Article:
Some have claimed that James (which is located toward the end of the New Testament) was written to correct or clarify Paul's teaching in Romans (which is located right after the book of Acts in the New Testament). This claim is entirely without Biblical or historical support, due the fact that Romans was written many year after James. In addition, Romans chapters 3 and 4 were written for the sole purpose of showing how a person is be justified before God - how a person is saved, forgiven and declared perfectly righteous forever by faith in Jesus Christ alone. On the other hand, James was written to show Christians (those who were already born again) how they should live by faith in their daily walk and how they should treat other believers. It is also important to note that the good news of Christ's death and resurrection (the gospel message itself) is not included anywhere in James' letter. This is another clear indicator that James was written to people who were already born again!
Note: Quotations from Dr. Charles Bing are from his weekly blog entitled "Grace Notes". To read more excellent insights from Dr. Bing, please visit GraceLife.org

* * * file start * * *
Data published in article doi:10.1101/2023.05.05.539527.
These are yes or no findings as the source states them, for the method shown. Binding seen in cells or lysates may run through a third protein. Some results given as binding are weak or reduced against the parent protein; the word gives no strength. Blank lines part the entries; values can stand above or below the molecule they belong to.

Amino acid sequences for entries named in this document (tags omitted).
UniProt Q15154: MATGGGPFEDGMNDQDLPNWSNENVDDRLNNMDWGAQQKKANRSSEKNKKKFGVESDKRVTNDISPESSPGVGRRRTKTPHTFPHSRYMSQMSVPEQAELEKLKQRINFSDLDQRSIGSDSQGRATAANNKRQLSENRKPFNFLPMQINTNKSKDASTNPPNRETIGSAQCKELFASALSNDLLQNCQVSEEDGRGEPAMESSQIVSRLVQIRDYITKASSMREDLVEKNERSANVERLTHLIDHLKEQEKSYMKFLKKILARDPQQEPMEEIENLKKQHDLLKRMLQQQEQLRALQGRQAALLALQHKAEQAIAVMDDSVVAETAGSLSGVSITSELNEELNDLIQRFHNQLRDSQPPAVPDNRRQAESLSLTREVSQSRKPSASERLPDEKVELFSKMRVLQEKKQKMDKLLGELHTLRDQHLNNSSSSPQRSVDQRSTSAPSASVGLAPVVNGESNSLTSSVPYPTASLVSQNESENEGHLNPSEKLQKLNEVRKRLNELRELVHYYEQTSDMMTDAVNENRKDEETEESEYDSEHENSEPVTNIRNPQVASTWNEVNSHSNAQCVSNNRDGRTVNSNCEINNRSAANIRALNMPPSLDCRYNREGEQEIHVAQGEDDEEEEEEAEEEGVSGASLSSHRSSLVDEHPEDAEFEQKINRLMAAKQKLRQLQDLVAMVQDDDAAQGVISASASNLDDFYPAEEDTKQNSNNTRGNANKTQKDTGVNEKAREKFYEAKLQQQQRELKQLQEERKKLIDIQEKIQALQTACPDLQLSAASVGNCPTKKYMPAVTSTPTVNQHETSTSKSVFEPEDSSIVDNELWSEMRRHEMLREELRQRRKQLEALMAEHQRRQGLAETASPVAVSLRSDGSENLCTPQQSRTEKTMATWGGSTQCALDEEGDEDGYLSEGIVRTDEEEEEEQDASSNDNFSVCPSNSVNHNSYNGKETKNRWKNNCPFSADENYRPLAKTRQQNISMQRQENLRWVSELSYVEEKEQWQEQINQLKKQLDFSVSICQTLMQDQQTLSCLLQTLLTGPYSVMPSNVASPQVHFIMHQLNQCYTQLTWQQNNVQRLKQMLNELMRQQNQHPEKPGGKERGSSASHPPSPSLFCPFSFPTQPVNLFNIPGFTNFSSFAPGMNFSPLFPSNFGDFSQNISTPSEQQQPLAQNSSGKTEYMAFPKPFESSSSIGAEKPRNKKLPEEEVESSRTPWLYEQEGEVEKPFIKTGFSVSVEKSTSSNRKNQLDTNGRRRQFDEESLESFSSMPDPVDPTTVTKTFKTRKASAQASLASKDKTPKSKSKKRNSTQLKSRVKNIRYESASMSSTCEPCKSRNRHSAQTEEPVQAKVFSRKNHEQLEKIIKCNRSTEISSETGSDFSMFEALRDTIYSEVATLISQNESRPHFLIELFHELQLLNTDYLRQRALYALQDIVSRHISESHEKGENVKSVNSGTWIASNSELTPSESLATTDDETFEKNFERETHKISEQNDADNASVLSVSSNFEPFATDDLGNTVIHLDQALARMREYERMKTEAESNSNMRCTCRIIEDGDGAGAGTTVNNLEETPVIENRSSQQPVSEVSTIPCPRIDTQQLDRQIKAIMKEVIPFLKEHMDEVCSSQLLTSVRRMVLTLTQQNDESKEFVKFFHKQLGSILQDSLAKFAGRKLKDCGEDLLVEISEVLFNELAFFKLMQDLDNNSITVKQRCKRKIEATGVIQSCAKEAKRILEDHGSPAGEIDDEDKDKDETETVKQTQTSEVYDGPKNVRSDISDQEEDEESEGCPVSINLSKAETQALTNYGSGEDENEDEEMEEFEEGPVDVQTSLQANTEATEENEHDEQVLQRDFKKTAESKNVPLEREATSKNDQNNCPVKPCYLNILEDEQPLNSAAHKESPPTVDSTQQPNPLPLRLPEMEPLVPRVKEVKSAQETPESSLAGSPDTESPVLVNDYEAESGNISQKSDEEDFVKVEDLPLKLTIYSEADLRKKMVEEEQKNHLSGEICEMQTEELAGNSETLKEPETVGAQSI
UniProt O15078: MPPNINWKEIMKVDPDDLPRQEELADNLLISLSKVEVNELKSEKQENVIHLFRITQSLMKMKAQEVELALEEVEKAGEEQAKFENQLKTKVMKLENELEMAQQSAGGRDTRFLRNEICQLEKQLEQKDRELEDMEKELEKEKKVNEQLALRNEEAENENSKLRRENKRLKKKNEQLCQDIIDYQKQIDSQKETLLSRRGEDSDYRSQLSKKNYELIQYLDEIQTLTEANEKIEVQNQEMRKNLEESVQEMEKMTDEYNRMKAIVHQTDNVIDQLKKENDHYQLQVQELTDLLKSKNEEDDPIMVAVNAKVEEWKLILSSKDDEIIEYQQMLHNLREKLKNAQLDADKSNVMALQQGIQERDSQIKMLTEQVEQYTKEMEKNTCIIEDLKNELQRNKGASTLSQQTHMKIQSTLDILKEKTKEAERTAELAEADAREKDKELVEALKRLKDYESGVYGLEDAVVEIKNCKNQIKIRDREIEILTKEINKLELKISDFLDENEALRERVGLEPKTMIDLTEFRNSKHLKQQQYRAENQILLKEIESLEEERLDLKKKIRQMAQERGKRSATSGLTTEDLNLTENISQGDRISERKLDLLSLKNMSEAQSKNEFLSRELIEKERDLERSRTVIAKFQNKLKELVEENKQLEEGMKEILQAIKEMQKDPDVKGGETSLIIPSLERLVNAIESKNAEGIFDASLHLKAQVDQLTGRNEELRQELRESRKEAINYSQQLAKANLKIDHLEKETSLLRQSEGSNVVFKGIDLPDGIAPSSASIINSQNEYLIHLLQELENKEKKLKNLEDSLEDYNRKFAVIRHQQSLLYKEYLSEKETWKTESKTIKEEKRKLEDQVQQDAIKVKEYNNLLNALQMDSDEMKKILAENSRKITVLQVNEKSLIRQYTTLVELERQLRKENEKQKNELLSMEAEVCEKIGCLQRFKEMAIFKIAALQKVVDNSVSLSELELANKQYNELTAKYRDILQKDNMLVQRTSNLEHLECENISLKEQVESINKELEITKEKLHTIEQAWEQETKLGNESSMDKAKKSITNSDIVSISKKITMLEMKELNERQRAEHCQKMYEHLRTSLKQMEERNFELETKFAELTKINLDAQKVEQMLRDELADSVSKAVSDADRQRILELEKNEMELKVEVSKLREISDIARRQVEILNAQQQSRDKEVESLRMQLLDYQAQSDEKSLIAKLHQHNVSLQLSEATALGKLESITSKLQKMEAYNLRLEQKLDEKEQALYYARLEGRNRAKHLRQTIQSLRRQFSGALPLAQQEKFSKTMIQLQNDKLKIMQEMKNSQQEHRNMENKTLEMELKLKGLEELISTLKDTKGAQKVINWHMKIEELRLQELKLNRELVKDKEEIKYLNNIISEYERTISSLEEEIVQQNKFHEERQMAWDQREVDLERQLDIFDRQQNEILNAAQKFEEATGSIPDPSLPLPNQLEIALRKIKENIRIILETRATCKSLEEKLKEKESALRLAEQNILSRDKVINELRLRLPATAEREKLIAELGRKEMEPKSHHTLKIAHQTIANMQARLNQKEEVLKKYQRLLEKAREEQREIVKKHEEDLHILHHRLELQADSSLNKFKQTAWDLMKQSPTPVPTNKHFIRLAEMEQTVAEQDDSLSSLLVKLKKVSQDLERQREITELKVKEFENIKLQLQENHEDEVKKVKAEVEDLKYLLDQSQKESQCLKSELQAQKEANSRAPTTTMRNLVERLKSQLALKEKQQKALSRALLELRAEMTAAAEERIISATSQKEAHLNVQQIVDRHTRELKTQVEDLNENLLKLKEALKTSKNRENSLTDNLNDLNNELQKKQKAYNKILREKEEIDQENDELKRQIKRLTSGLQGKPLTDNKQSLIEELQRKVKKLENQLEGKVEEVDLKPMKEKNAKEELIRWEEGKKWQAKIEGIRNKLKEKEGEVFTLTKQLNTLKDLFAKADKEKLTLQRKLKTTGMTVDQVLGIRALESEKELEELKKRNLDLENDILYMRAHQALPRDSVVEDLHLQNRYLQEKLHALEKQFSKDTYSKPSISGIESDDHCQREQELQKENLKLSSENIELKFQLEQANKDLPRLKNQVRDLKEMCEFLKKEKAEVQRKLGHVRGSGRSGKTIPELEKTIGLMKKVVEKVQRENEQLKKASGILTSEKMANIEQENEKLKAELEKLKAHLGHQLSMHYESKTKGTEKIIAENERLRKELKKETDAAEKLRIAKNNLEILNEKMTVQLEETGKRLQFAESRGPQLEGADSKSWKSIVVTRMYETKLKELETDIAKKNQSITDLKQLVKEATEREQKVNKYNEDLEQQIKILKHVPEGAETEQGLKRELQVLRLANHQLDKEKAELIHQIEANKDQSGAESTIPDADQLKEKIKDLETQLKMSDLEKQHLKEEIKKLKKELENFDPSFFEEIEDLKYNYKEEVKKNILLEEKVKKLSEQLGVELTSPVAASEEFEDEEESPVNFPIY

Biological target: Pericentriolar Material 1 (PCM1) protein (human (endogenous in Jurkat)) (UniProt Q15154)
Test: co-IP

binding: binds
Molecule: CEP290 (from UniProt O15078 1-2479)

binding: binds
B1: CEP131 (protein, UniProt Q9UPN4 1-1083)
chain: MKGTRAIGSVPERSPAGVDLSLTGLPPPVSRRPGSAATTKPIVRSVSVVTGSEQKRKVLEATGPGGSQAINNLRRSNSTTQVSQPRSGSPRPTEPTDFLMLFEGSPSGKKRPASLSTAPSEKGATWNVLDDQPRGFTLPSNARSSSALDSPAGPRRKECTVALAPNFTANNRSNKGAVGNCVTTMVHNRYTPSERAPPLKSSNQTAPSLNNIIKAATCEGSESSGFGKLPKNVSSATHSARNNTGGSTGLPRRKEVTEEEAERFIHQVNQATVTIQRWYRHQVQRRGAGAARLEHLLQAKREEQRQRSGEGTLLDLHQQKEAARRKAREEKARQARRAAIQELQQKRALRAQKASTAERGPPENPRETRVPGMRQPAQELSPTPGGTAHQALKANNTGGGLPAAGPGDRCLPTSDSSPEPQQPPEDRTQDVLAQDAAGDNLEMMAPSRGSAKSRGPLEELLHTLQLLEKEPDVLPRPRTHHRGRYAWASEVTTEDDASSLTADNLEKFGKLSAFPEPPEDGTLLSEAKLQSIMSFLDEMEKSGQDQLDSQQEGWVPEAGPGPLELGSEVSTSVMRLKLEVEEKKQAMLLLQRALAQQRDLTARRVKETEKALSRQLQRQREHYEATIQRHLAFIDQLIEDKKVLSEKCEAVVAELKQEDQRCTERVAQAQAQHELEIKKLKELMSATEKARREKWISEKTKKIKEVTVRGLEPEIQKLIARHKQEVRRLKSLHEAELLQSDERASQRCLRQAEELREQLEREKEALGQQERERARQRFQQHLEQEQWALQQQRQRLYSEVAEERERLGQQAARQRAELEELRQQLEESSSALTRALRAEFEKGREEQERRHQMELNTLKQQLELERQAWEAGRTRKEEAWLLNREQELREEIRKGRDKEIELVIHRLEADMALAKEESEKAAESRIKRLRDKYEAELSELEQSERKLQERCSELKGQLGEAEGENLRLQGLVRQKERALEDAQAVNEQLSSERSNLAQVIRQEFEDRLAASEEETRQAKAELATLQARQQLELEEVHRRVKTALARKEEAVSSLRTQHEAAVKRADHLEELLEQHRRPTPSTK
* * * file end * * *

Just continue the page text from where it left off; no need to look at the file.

More About James 2
When people read this passage in James they most often fail to consider the context, as well as the actual events in Abraham's life. In Genesis chapter 15, Abraham was justified (declared) righteous by faith alone totally apart from his works. He simply believed God's promise and God credited it to him as righteousness. Important: See Genesis 15:5-6 and Romans 4:1-8.
Note: Romans chapters 3&4 explain how a person is saved (declared righteous in God's sight) by faith alone, without works of any kind. I encourage you to read these two chapters often. They are among the most important chapters in the Bible, because they were specifically written to tell us exactly how we are made right with God. Sadly, most people - even many Christians - have never studied these two chapters carefully.